Green energy is an overarching term used to describe power
that comes from natural, renewable resources. By utilizing resources that are
readily available and easy to replenish, we can cut our dependence on fossil
fuels and reduce our carbon footprints. Many hotels have switched to using
these renewable sources of energy, making them a great option for sustainable
Unlike energy created from coal and oil, green energy emits
far less pollution and therefore has a smaller impact on the environment. In
the past few decades, green energy production has significantly increased as we
find new ways to harness the resources that are abundantly available to us. Read
on to discover the different types of green energy in use today.
Harnessing the energy from the sun started out as a way to
power satellites and telescopes. Now, solar energy is used to power homes,
buildings and many devices such as calculators. Unlike conventional fossil
fuels, producing solar power emits no harmful emissions. With the sun as a
power source, solar energy is an infinitely renewable resource that can be used
anywhere the sun shines.
Solar energy is created through the capture of the sun’s
energy or heat through a series of mirrored panels. These panels, often
referred to as solar panels, are quiet and easy to operate, making them a great
energy alternative to powering your home or business. Plus, investing in solar
panels is a good way to cut down on energy costs and minimize your carbon
Hydropower is generated through the energy of moving water. Most
hydroelectric power plants use dams, forcing water into a turbine. The running
water then spins the turbine, generating electricity. To date, hydropower is the
largest renewable energy source in the United States, representing 6 percent of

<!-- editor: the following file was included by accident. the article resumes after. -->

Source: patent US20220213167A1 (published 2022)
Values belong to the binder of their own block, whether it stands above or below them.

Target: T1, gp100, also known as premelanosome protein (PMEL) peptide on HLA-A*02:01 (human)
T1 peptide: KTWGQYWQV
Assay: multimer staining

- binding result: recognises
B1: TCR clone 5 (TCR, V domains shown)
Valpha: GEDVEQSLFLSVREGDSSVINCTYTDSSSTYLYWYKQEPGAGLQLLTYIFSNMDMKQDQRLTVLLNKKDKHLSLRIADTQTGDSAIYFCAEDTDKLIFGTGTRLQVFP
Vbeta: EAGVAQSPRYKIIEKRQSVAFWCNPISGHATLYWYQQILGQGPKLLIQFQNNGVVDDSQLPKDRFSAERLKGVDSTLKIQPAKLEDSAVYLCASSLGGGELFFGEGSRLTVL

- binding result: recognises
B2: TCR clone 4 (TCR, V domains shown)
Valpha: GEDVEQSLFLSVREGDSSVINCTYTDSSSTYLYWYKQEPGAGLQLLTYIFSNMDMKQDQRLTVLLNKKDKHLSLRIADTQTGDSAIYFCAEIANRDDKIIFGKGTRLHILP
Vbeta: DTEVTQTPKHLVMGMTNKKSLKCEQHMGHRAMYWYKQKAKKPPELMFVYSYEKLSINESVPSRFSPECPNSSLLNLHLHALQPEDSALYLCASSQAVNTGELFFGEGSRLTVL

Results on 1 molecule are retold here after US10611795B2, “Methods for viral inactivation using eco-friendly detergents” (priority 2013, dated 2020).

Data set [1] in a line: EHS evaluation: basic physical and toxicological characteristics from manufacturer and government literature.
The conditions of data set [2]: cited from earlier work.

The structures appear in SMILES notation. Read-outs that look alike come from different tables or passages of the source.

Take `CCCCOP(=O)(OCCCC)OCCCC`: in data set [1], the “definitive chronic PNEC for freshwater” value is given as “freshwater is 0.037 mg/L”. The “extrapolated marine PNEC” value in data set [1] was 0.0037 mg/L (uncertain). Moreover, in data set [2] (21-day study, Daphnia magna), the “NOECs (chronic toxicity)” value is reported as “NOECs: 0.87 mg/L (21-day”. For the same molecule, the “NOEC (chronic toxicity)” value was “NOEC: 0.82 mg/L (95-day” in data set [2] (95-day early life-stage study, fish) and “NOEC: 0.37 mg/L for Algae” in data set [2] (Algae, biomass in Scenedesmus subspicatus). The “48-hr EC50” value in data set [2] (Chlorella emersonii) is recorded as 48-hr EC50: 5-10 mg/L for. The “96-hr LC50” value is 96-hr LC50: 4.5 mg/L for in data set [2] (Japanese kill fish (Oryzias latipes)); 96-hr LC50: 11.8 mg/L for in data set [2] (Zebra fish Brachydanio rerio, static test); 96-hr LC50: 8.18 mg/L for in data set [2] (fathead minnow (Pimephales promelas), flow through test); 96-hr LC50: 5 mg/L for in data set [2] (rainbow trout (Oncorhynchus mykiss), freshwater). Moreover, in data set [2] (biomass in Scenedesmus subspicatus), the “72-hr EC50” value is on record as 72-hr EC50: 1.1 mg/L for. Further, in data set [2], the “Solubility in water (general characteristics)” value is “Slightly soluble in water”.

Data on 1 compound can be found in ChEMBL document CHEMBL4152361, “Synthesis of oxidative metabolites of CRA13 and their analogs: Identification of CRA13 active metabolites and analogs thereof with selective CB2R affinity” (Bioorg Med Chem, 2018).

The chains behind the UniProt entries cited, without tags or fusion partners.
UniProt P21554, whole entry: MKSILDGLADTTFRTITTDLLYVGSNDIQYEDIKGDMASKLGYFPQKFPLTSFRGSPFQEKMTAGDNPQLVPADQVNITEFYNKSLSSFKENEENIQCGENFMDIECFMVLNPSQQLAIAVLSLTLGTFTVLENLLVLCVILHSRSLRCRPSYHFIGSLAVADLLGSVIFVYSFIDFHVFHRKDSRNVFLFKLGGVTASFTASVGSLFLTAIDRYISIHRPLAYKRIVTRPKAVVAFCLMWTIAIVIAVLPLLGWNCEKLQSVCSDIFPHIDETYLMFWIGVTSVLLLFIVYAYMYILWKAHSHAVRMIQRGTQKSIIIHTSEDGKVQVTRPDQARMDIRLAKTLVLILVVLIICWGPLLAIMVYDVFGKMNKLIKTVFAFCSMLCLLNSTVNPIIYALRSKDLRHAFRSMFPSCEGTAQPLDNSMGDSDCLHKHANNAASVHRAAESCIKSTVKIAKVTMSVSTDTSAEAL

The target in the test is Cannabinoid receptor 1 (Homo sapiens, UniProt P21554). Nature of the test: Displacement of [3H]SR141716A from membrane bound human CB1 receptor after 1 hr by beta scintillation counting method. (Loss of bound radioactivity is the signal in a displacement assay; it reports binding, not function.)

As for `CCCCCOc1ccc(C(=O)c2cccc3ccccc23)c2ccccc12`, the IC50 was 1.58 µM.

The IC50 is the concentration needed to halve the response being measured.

our electric supply. In fact, thousands of streams and rivers have been dammed
to produce this hydroelectricity.
Something to consider with hydropower is the environmental impact
it has on wildlife. Building dams can be harmful to aquatic ecosystems,
affecting the lives of fish and other wildlife that depend on the water source.
However, dam building has slowed greatly over the past few decades as the best
sites for generating hydropower are already in use.
We all know that wind can be a powerful force, so it makes
sense that harnessing its energy would be a great alternative to power plant-generated
energy. Wind energy is gathered through a wind turbine, which basically looks
like a giant fan. As wind hits the turbine, it rotates the blades, transferring
energy to the turbine’s generator. The
generator then converts the energy into electricity and delivers it to a power
Unlike the use of fossil fuels, harnessing wind energy does
not produce pollution and is an abundant option for energy. While most energy
is produced in wind farms, smaller versions of wind turbines are also available
to power your home. If your city permits it, consider placing a turbine in your
yard to cut or eliminate your electricity bill and reduce your environmental
Oil is not the only thing under the earth’s surface that is
capable of powering the planet. Steam and hot water located below the surface
can be captured to generate geothermal energy.
When magma gets close to the surface, it heats underground water
sources, creating a high energy content. By drilling into these pockets of
water, the energy can be harvested and converted into electricity.
So far, geothermal energy has been a relatively unexplored
energy alternative. Unfortunately, geothermal development could have some
serious environmental issues. For instance, drilling wells deep enough to
harness this energy may increase seismic activity. There is also the worry that
drilling could contaminate groundwater, making it harmful to drink.
Biogas is generated through decomposing bacteria in animal
manure. While it may seem like a disgusting idea, using animal waste for energy
reduces water contamination and harmful emissions caused by manure. Biogas is
largely used on the farms where it’s created. Farmers use the converted energy
to power their farms and heat their water. They also use the leftover manure as
fertilizer for their crops.